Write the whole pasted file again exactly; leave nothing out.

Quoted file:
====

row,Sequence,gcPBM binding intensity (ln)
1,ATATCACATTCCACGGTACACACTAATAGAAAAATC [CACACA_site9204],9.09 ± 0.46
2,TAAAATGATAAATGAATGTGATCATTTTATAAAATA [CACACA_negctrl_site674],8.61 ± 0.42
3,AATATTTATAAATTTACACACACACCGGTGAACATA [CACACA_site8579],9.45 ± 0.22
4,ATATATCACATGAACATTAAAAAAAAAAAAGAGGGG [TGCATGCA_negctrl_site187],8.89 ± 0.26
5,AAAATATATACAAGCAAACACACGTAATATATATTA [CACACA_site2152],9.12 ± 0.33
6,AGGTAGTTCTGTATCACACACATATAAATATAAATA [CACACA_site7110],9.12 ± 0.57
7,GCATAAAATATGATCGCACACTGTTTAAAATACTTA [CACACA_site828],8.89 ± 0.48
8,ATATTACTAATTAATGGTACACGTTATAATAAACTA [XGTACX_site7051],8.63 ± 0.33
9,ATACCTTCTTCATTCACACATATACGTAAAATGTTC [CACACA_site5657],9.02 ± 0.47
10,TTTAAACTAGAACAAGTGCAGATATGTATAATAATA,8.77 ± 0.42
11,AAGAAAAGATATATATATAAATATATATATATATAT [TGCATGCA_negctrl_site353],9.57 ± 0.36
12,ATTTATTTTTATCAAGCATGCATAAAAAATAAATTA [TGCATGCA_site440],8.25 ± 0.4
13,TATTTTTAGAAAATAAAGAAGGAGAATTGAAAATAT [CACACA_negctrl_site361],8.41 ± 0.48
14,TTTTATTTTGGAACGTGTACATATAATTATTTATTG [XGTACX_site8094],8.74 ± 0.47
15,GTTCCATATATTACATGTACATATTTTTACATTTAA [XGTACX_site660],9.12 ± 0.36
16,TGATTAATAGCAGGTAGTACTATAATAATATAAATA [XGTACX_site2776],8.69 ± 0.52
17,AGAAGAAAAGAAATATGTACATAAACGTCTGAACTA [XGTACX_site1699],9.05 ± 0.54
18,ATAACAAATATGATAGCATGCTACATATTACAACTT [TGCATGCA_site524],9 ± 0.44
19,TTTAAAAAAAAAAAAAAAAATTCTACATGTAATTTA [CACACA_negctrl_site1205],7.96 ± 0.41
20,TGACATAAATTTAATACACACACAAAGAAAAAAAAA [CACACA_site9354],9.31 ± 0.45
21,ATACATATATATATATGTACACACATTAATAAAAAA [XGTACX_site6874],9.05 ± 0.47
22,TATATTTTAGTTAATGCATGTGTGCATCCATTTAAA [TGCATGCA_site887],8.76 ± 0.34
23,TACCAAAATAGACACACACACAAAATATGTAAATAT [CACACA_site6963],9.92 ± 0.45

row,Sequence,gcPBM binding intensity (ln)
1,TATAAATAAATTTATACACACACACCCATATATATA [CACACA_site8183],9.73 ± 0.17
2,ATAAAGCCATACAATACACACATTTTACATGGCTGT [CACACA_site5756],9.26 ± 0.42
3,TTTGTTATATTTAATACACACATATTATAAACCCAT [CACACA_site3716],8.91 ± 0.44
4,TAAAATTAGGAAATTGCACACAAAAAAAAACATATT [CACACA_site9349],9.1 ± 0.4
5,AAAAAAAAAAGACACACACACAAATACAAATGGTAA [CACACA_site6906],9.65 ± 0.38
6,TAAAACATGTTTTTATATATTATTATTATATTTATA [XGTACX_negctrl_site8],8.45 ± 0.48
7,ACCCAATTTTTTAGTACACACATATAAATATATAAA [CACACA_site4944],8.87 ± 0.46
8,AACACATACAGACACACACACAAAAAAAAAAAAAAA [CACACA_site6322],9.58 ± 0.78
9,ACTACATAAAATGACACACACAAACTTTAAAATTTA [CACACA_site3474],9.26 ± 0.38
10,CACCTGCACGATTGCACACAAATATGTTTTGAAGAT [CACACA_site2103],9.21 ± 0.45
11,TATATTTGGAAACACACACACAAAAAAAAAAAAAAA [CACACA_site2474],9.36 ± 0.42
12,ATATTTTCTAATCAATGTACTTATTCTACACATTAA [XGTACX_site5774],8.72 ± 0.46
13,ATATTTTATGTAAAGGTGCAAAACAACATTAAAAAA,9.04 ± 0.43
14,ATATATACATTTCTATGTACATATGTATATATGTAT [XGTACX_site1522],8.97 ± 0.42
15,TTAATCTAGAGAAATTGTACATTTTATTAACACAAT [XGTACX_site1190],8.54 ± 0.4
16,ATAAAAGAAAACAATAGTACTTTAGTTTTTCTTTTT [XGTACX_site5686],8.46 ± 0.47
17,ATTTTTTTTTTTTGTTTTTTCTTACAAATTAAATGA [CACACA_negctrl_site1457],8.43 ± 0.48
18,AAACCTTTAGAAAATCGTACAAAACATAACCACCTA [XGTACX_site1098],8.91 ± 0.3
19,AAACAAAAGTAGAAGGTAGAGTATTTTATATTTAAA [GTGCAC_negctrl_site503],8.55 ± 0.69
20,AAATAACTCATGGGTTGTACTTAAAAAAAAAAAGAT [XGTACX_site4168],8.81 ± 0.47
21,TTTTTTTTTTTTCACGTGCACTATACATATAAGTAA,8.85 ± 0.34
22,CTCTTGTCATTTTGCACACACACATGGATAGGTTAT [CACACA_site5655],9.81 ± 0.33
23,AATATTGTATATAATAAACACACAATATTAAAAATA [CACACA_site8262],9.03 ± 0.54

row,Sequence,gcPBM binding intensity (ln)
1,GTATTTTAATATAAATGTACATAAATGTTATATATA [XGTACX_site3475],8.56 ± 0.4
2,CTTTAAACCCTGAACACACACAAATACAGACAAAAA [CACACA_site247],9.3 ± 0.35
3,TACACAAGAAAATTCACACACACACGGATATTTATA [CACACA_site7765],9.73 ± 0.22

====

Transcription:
row,Sequence,gcPBM binding intensity (ln)
1,ATATCACATTCCACGGTACACACTAATAGAAAAATC [CACACA_site9204],9.09 ± 0.46
2,TAAAATGATAAATGAATGTGATCATTTTATAAAATA [CACACA_negctrl_site674],8.61 ± 0.42
3,AATATTTATAAATTTACACACACACCGGTGAACATA [CACACA_site8579],9.45 ± 0.22
4,ATATATCACATGAACATTAAAAAAAAAAAAGAGGGG [TGCATGCA_negctrl_site187],8.89 ± 0.26
5,AAAATATATACAAGCAAACACACGTAATATATATTA [CACACA_site2152],9.12 ± 0.33
6,AGGTAGTTCTGTATCACACACATATAAATATAAATA [CACACA_site7110],9.12 ± 0.57
7,GCATAAAATATGATCGCACACTGTTTAAAATACTTA [CACACA_site828],8.89 ± 0.48
8,ATATTACTAATTAATGGTACACGTTATAATAAACTA [XGTACX_site7051],8.63 ± 0.33
9,ATACCTTCTTCATTCACACATATACGTAAAATGTTC [CACACA_site5657],9.02 ± 0.47
10,TTTAAACTAGAACAAGTGCAGATATGTATAATAATA,8.77 ± 0.42
11,AAGAAAAGATATATATATAAATATATATATATATAT [TGCATGCA_negctrl_site353],9.57 ± 0.36
12,ATTTATTTTTATCAAGCATGCATAAAAAATAAATTA [TGCATGCA_site440],8.25 ± 0.4
13,TATTTTTAGAAAATAAAGAAGGAGAATTGAAAATAT [CACACA_negctrl_site361],8.41 ± 0.48
14,TTTTATTTTGGAACGTGTACATATAATTATTTATTG [XGTACX_site8094],8.74 ± 0.47
15,GTTCCATATATTACATGTACATATTTTTACATTTAA [XGTACX_site660],9.12 ± 0.36
16,TGATTAATAGCAGGTAGTACTATAATAATATAAATA [XGTACX_site2776],8.69 ± 0.52
17,AGAAGAAAAGAAATATGTACATAAACGTCTGAACTA [XGTACX_site1699],9.05 ± 0.54
18,ATAACAAATATGATAGCATGCTACATATTACAACTT [TGCATGCA_site524],9 ± 0.44
19,TTTAAAAAAAAAAAAAAAAATTCTACATGTAATTTA [CACACA_negctrl_site1205],7.96 ± 0.41
20,TGACATAAATTTAATACACACACAAAGAAAAAAAAA [CACACA_site9354],9.31 ± 0.45
21,ATACATATATATATATGTACACACATTAATAAAAAA [XGTACX_site6874],9.05 ± 0.47
22,TATATTTTAGTTAATGCATGTGTGCATCCATTTAAA [TGCATGCA_site887],8.76 ± 0.34
23,TACCAAAATAGACACACACACAAAATATGTAAATAT [CACACA_site6963],9.92 ± 0.45

row,Sequence,gcPBM binding intensity (ln)
1,TATAAATAAATTTATACACACACACCCATATATATA [CACACA_site8183],9.73 ± 0.17
2,ATAAAGCCATACAATACACACATTTTACATGGCTGT [CACACA_site5756],9.26 ± 0.42
3,TTTGTTATATTTAATACACACATATTATAAACCCAT [CACACA_site3716],8.91 ± 0.44
4,TAAAATTAGGAAATTGCACACAAAAAAAAACATATT [CACACA_site9349],9.1 ± 0.4
5,AAAAAAAAAAGACACACACACAAATACAAATGGTAA [CACACA_site6906],9.65 ± 0.38
6,TAAAACATGTTTTTATATATTATTATTATATTTATA [XGTACX_negctrl_site8],8.45 ± 0.48
7,ACCCAATTTTTTAGTACACACATATAAATATATAAA [CACACA_site4944],8.87 ± 0.46
8,AACACATACAGACACACACACAAAAAAAAAAAAAAA [CACACA_site6322],9.58 ± 0.78
9,ACTACATAAAATGACACACACAAACTTTAAAATTTA [CACACA_site3474],9.26 ± 0.38
10,CACCTGCACGATTGCACACAAATATGTTTTGAAGAT [CACACA_site2103],9.21 ± 0.45
11,TATATTTGGAAACACACACACAAAAAAAAAAAAAAA [CACACA_site2474],9.36 ± 0.42
12,ATATTTTCTAATCAATGTACTTATTCTACACATTAA [XGTACX_site5774],8.72 ± 0.46
13,ATATTTTATGTAAAGGTGCAAAACAACATTAAAAAA,9.04 ± 0.43
14,ATATATACATTTCTATGTACATATGTATATATGTAT [XGTACX_site1522],8.97 ± 0.42
15,TTAATCTAGAGAAATTGTACATTTTATTAACACAAT [XGTACX_site1190],8.54 ± 0.4
16,ATAAAAGAAAACAATAGTACTTTAGTTTTTCTTTTT [XGTACX_site5686],8.46 ± 0.47
17,ATTTTTTTTTTTTGTTTTTTCTTACAAATTAAATGA [CACACA_negctrl_site1457],8.43 ± 0.48
18,AAACCTTTAGAAAATCGTACAAAACATAACCACCTA [XGTACX_site1098],8.91 ± 0.3
19,AAACAAAAGTAGAAGGTAGAGTATTTTATATTTAAA [GTGCAC_negctrl_site503],8.55 ± 0.69
20,AAATAACTCATGGGTTGTACTTAAAAAAAAAAAGAT [XGTACX_site4168],8.81 ± 0.47
21,TTTTTTTTTTTTCACGTGCACTATACATATAAGTAA,8.85 ± 0.34
22,CTCTTGTCATTTTGCACACACACATGGATAGGTTAT [CACACA_site5655],9.81 ± 0.33
23,AATATTGTATATAATAAACACACAATATTAAAAATA [CACACA_site8262],9.03 ± 0.54

row,Sequence,gcPBM binding intensity (ln)
1,GTATTTTAATATAAATGTACATAAATGTTATATATA [XGTACX_site3475],8.56 ± 0.4
2,CTTTAAACCCTGAACACACACAAATACAGACAAAAA [CACACA_site247],9.3 ± 0.35
3,TACACAAGAAAATTCACACACACACGGATATTTATA [CACACA_site7765],9.73 ± 0.22